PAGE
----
Mini Series, Alcatraz, Day 5 of 5
In 1963 Attorney General Robert Kennedy announced plans to close down the federal prison at Alcatraz. Among the reasons was the cost of housing prisoners there and the damage that the Bay's salt water was causing to the prison's concrete walls. The last inmates left in March of that year. Click here for newsreel footage.

For years Alcatraz sat empty until in 1969 when a group of Native Americans seized the deserted island, citing an old treaty which allowed them use of unused federal land. The siege garnered much news coverage and focused attention on Native American rights. The San Francisco band, Creedence Clearwater Revival even donated a boat for the group on the island to use. The occupation lasted for two years before Alcatraz's inhospitable weather forced the Native Americans to leave.

After the siege, there were many ideas put forth about what to do with Alcatraz. One of the most outlandish was a proposal for a $150 million Las Vegas-style hotel and casino. However in 1972 the island was incorporated into the larger Golden Gate National Recreational Area, and control of Alcatraz passed to the National Park Service which began organized tours of the old prison.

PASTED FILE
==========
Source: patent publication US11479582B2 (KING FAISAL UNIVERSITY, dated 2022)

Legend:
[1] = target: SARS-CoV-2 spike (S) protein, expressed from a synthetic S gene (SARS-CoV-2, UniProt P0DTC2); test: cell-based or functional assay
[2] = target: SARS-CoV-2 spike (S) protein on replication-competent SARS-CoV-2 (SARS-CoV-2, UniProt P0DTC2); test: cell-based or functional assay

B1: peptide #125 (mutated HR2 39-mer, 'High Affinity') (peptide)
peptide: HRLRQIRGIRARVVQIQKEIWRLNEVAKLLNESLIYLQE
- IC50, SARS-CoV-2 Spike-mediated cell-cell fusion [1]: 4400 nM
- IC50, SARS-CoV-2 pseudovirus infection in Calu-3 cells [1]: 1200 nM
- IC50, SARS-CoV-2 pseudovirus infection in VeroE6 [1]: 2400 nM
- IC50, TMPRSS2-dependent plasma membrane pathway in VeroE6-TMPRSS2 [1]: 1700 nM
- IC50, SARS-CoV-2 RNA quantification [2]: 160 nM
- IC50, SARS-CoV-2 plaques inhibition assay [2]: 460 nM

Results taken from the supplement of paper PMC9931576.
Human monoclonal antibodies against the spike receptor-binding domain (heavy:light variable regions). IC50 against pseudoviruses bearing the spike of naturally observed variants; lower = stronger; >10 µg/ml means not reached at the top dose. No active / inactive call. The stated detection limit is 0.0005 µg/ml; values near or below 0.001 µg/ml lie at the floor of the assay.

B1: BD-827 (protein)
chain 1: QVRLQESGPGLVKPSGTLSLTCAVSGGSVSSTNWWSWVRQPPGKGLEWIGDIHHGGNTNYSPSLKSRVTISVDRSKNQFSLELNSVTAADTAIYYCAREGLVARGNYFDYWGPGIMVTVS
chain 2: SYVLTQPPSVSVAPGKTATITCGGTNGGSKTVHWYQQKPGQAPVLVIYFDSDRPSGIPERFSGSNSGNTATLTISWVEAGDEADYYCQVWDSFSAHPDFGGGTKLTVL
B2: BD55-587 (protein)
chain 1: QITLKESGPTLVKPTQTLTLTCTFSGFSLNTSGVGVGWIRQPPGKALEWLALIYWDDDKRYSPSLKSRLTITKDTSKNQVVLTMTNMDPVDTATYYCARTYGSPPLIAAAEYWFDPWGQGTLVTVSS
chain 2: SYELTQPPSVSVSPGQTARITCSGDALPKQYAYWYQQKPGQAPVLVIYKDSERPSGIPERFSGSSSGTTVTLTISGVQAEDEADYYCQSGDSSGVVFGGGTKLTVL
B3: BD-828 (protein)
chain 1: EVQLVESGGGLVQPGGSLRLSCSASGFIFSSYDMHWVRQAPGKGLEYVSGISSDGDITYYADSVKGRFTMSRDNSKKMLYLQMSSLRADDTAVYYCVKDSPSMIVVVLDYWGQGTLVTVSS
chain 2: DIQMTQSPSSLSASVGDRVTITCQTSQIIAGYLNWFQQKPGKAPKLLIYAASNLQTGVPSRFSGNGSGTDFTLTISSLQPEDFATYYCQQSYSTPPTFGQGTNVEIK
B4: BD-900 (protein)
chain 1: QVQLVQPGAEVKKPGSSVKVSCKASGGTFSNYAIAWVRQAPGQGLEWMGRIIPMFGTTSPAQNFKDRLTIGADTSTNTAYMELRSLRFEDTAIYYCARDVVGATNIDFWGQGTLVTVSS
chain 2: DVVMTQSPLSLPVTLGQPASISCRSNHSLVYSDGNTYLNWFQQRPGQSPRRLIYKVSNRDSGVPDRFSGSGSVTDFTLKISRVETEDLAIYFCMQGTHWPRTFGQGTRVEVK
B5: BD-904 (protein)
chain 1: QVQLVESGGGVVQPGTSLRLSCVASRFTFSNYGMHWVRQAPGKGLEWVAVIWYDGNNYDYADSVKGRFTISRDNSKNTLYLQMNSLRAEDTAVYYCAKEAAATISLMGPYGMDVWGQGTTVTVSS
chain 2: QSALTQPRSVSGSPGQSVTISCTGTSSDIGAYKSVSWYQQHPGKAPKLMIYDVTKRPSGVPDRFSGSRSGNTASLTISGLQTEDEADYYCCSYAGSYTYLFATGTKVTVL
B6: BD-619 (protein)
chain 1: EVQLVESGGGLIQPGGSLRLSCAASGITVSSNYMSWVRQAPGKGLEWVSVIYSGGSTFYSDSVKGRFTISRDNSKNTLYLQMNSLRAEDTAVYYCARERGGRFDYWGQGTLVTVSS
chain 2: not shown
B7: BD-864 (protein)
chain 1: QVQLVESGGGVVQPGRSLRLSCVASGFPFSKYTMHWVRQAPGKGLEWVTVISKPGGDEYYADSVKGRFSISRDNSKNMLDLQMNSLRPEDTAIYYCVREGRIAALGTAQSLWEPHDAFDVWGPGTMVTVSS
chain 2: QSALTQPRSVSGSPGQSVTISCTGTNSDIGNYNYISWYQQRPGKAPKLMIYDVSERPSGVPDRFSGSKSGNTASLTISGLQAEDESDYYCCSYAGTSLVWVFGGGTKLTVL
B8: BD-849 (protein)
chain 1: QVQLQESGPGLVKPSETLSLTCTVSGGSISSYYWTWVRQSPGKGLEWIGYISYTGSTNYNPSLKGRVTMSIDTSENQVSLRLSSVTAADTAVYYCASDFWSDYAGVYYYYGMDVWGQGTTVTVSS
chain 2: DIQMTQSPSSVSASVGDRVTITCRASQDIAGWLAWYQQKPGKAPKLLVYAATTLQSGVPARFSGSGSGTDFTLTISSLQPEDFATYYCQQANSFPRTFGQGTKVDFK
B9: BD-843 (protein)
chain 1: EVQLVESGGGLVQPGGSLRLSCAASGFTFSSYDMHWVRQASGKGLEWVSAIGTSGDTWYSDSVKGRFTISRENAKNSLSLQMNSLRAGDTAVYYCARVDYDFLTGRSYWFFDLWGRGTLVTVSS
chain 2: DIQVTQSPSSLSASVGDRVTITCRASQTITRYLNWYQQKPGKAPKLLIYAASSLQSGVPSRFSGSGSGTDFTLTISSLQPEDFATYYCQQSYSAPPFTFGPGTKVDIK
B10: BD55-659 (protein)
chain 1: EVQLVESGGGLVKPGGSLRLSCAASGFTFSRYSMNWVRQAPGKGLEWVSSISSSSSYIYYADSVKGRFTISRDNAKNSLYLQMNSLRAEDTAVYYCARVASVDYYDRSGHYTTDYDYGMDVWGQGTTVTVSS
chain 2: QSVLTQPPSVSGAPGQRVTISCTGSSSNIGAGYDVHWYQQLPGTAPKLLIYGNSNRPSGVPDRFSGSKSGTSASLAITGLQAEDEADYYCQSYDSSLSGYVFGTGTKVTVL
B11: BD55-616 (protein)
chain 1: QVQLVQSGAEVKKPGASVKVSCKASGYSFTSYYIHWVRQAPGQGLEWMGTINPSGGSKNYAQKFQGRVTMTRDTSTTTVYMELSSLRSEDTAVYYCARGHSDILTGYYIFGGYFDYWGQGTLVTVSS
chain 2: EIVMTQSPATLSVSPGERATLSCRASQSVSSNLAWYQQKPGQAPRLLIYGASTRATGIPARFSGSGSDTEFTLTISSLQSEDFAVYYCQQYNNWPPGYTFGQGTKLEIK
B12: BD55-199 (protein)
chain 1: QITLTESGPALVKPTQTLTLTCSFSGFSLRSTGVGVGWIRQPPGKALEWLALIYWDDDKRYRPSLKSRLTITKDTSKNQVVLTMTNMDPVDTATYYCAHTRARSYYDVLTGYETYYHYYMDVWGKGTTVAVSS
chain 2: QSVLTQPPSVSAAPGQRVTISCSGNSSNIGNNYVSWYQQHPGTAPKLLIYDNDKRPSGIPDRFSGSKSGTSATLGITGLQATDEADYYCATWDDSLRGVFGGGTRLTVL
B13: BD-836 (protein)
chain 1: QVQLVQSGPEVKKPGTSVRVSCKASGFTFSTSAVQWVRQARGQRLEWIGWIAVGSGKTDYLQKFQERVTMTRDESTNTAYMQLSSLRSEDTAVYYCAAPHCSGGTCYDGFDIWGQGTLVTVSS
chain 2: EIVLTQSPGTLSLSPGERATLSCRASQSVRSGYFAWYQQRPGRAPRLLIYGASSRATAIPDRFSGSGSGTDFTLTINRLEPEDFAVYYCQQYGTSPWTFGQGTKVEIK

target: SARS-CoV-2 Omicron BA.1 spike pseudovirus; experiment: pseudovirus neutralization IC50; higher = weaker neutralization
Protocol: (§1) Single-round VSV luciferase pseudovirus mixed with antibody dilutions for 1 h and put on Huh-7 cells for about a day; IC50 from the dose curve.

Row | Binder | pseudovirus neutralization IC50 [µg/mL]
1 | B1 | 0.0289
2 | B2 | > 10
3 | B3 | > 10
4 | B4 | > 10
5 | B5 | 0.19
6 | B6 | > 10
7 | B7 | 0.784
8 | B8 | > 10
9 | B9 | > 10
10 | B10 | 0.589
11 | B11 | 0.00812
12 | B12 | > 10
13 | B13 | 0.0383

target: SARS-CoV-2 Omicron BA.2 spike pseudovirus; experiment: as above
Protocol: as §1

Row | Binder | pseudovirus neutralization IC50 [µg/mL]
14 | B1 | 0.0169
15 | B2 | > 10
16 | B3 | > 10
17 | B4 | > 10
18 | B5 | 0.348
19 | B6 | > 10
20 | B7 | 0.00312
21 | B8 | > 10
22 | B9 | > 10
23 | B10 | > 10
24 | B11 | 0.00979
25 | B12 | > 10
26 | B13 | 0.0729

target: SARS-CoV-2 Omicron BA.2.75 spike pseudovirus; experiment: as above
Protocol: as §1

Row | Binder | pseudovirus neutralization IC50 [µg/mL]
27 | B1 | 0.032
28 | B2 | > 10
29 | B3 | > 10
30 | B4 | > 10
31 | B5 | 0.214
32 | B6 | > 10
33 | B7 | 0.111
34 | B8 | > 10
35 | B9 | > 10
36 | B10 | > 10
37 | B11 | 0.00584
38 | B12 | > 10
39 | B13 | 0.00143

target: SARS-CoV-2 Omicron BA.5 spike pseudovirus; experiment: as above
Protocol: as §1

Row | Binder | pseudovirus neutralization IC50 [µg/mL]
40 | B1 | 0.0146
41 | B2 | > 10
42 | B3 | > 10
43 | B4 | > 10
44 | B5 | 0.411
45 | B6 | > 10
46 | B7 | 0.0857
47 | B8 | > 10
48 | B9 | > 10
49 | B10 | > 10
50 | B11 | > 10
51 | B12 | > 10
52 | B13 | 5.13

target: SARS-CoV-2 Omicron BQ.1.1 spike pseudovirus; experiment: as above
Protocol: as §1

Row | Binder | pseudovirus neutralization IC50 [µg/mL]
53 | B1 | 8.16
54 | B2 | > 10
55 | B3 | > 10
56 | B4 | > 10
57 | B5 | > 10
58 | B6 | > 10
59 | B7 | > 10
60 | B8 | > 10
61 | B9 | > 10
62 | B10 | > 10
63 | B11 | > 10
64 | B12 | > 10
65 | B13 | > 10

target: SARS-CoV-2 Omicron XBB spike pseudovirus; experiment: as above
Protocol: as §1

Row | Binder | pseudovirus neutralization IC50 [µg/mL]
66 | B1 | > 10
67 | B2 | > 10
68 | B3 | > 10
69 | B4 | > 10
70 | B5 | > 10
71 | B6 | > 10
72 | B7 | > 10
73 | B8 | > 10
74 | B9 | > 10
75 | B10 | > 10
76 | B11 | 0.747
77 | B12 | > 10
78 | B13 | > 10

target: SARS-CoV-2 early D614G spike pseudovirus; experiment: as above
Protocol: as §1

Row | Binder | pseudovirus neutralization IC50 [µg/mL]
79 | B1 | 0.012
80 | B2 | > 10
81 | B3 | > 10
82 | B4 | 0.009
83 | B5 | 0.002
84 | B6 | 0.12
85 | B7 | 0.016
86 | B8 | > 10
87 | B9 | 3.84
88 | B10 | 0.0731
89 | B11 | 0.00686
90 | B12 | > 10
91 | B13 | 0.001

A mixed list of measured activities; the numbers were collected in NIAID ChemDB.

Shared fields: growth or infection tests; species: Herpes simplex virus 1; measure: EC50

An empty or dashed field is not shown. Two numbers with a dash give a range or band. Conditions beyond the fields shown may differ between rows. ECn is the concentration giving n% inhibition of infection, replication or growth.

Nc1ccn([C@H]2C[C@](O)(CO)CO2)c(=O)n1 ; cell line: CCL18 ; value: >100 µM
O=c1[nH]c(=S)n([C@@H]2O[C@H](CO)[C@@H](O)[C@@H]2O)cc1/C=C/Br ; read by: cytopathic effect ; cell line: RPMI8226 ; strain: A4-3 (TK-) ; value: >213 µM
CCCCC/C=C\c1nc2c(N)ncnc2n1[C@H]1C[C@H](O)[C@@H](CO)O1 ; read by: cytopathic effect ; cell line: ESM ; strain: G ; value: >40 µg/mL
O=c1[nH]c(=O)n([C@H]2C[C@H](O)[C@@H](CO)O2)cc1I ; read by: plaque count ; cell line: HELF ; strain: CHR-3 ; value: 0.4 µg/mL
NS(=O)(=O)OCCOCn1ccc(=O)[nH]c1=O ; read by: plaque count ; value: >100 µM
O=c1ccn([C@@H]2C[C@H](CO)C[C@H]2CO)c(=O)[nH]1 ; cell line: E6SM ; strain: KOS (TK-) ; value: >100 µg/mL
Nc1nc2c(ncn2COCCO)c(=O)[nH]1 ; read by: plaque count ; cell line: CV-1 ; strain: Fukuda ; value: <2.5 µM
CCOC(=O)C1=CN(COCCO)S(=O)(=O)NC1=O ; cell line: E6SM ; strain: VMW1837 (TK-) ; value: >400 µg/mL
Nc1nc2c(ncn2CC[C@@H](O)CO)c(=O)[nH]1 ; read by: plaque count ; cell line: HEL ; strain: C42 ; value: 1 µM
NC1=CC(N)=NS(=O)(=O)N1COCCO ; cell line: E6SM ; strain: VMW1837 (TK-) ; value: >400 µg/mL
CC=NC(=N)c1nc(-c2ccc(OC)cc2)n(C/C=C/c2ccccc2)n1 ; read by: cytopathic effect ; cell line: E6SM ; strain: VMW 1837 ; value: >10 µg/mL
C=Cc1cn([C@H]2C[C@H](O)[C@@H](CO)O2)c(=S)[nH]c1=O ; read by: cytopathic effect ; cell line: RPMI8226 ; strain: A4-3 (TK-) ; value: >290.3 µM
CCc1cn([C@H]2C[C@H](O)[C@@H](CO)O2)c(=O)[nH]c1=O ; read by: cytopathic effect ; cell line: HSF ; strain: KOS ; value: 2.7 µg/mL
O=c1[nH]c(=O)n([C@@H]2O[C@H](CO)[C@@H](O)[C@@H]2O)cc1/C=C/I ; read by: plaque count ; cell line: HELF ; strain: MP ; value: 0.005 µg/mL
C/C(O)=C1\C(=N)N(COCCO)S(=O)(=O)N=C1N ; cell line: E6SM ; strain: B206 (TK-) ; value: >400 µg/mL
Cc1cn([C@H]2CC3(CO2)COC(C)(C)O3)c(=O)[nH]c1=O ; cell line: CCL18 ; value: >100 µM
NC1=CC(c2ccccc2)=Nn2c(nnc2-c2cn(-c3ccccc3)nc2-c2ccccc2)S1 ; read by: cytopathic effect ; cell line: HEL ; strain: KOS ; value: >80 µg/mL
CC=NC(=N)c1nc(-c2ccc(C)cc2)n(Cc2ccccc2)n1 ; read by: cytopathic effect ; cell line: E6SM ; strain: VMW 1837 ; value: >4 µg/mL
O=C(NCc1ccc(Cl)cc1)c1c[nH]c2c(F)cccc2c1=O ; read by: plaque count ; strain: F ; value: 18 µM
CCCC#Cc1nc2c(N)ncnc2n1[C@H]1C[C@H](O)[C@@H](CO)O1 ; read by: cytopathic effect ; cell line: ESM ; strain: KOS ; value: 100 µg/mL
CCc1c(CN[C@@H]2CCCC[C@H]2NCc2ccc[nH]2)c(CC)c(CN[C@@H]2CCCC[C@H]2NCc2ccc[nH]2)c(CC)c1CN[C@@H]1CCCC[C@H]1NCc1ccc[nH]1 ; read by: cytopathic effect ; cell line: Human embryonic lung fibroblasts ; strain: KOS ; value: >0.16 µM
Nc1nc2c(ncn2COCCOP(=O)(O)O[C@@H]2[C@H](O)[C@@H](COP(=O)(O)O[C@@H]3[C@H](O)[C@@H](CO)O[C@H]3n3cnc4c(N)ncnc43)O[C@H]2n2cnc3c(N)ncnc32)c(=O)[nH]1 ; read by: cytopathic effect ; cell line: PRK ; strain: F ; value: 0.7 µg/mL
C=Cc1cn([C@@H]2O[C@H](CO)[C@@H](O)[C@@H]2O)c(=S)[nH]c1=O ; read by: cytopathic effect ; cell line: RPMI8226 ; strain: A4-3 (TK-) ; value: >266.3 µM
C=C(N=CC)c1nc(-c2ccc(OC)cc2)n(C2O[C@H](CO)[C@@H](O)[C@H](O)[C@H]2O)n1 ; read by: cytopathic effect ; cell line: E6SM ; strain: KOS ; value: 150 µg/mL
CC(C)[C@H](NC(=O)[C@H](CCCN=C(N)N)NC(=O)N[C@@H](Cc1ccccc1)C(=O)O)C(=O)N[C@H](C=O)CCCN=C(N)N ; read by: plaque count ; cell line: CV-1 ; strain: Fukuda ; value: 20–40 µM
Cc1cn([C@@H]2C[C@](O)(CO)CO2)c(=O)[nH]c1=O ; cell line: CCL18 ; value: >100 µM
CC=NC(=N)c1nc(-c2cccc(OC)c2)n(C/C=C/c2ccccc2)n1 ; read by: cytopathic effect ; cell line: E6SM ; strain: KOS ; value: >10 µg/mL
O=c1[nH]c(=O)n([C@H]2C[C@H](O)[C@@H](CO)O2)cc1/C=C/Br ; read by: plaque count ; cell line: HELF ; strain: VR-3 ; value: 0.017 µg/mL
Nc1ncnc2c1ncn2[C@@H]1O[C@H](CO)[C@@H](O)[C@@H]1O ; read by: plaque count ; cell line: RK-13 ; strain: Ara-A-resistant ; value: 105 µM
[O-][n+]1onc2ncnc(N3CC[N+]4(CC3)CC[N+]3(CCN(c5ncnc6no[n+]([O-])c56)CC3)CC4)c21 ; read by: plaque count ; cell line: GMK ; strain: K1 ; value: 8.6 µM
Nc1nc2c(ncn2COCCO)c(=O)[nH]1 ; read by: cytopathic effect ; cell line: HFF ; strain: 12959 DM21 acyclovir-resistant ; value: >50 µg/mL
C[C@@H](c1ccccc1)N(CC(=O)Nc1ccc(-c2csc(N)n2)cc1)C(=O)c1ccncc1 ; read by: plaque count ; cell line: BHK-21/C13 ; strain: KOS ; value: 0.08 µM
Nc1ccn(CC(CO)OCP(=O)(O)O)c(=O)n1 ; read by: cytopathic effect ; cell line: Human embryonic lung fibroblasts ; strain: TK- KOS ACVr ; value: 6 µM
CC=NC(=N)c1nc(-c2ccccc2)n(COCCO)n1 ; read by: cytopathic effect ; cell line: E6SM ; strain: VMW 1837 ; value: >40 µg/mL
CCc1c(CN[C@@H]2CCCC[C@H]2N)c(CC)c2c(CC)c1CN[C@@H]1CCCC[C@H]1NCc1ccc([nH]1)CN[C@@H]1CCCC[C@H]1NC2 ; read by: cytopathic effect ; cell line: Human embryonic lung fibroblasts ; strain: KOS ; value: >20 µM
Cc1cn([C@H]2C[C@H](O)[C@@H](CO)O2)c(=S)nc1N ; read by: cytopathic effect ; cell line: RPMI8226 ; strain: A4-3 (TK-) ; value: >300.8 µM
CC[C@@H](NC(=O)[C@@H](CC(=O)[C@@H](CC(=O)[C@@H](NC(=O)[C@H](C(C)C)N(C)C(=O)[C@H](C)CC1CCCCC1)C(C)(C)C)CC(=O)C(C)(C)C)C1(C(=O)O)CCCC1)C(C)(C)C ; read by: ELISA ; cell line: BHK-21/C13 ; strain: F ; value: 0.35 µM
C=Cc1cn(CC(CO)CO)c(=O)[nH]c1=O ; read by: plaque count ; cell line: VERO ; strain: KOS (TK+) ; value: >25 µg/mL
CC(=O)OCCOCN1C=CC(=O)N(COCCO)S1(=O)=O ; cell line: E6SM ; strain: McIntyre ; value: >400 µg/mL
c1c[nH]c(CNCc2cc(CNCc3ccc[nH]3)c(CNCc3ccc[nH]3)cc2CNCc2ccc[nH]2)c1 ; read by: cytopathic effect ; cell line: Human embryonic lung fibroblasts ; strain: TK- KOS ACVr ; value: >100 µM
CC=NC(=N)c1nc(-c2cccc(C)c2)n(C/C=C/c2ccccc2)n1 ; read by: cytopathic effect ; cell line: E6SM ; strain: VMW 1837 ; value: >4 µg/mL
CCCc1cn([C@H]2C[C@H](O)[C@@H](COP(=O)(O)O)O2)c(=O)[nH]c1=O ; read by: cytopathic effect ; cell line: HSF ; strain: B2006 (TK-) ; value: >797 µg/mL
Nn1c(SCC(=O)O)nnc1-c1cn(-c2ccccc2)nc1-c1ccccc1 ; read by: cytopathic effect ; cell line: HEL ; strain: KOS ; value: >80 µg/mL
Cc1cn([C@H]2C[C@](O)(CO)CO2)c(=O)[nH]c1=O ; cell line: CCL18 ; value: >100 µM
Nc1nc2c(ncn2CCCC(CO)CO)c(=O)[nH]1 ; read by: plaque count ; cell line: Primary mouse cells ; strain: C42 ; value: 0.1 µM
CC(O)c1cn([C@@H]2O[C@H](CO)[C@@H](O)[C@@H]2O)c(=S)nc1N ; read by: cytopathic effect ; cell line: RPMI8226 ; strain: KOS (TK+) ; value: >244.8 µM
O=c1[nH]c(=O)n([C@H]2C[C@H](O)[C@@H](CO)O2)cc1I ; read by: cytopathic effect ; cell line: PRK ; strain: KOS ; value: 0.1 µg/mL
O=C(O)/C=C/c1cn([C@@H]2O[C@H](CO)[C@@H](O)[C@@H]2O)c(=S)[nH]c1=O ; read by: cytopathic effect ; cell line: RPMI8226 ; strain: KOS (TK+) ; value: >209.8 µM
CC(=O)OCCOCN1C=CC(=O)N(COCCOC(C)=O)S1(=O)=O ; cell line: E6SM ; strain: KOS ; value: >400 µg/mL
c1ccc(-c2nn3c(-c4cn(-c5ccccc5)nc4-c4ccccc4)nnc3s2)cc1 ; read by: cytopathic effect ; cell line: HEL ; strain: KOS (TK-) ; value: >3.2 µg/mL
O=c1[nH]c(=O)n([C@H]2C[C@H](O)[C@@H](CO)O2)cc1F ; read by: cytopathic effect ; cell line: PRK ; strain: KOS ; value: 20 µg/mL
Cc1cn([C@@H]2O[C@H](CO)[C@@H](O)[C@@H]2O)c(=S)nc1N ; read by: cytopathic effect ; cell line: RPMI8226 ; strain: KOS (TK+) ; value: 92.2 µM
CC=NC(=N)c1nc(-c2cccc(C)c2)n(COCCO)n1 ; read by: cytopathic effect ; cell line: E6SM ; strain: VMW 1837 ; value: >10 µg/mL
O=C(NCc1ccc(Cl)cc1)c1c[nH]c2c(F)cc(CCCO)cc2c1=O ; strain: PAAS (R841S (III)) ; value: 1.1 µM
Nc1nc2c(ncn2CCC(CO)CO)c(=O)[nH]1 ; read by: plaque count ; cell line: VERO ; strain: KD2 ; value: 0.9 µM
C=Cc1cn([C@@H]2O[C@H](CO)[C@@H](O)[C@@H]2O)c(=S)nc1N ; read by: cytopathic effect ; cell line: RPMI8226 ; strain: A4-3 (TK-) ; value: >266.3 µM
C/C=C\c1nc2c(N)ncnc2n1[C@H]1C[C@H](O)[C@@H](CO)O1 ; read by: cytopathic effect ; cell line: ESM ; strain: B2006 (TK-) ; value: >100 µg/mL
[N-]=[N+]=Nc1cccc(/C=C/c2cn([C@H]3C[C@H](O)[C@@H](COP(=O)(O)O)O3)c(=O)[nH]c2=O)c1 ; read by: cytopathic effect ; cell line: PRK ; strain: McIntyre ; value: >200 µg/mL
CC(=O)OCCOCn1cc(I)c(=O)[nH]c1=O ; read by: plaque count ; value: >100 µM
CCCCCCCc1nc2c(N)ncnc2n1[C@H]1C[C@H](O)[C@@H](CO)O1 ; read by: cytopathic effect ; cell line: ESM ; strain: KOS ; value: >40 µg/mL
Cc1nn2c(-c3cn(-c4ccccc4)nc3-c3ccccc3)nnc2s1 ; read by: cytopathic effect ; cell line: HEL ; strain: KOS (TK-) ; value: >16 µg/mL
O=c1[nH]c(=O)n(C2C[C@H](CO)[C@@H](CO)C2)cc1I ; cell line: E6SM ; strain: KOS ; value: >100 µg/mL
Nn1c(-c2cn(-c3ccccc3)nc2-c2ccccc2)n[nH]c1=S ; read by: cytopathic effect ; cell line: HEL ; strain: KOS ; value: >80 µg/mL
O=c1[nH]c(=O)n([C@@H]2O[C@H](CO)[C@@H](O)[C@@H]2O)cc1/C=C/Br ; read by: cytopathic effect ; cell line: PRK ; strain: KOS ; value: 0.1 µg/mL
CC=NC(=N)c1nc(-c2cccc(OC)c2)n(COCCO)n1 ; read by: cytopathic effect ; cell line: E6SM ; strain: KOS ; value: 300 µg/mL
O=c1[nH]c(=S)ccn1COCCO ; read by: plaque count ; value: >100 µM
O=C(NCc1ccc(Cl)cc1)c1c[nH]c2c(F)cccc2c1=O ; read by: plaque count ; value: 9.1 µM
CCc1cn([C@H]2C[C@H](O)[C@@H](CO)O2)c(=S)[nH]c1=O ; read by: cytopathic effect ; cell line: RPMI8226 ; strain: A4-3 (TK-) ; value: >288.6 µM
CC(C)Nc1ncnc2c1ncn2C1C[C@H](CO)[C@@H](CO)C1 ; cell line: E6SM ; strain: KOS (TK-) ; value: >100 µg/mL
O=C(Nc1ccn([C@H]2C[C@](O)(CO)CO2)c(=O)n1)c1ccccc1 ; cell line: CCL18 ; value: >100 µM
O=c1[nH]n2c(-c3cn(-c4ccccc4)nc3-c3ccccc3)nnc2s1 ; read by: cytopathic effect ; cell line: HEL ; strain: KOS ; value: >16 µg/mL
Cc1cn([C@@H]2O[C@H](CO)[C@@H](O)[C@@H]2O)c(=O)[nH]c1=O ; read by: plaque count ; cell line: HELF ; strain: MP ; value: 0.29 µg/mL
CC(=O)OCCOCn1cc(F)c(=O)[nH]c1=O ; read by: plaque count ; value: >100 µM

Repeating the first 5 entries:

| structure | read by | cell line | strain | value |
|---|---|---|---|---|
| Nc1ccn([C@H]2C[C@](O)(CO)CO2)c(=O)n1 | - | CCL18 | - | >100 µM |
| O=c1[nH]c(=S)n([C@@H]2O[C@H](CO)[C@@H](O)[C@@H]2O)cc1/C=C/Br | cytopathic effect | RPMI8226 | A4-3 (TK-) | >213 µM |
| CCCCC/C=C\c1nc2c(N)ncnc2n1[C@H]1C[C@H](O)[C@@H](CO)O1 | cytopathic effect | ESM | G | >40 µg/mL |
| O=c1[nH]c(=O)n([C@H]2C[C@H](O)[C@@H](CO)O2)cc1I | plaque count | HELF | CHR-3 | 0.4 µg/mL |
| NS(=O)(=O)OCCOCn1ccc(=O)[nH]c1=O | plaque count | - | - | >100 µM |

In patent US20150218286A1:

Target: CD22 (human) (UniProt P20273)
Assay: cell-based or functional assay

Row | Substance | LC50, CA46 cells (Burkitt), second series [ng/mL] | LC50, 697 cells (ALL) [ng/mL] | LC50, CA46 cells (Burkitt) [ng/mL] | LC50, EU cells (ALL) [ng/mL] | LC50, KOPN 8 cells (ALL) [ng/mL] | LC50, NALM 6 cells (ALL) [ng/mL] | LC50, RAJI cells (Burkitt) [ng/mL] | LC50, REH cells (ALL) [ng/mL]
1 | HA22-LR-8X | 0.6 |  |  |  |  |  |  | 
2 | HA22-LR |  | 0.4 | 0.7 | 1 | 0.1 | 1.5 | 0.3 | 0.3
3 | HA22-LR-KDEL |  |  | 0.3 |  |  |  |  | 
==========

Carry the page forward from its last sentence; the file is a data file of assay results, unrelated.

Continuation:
Today, visitors to Alcatraz can see lush gardens and a wide assortment of native plants on the island. In addition, there are huge groups of wild sea birds and mammals living there. In a Bay Area with a population of seven million people, the Cormorants, Snowy Egrets, Gulls, and Black Oyster Catchers nest happily and undisturbed on Alcatraz Island.


[ MAP B-13 ]


Blogger dutchbaby said...

Fantastic mini-series, Ramsey, I enjoyed every bit of it! Your photos were magnificent.

My son chose to have his tenth birthday party on The Rock. They got out on good behavior.

5:49 AM  

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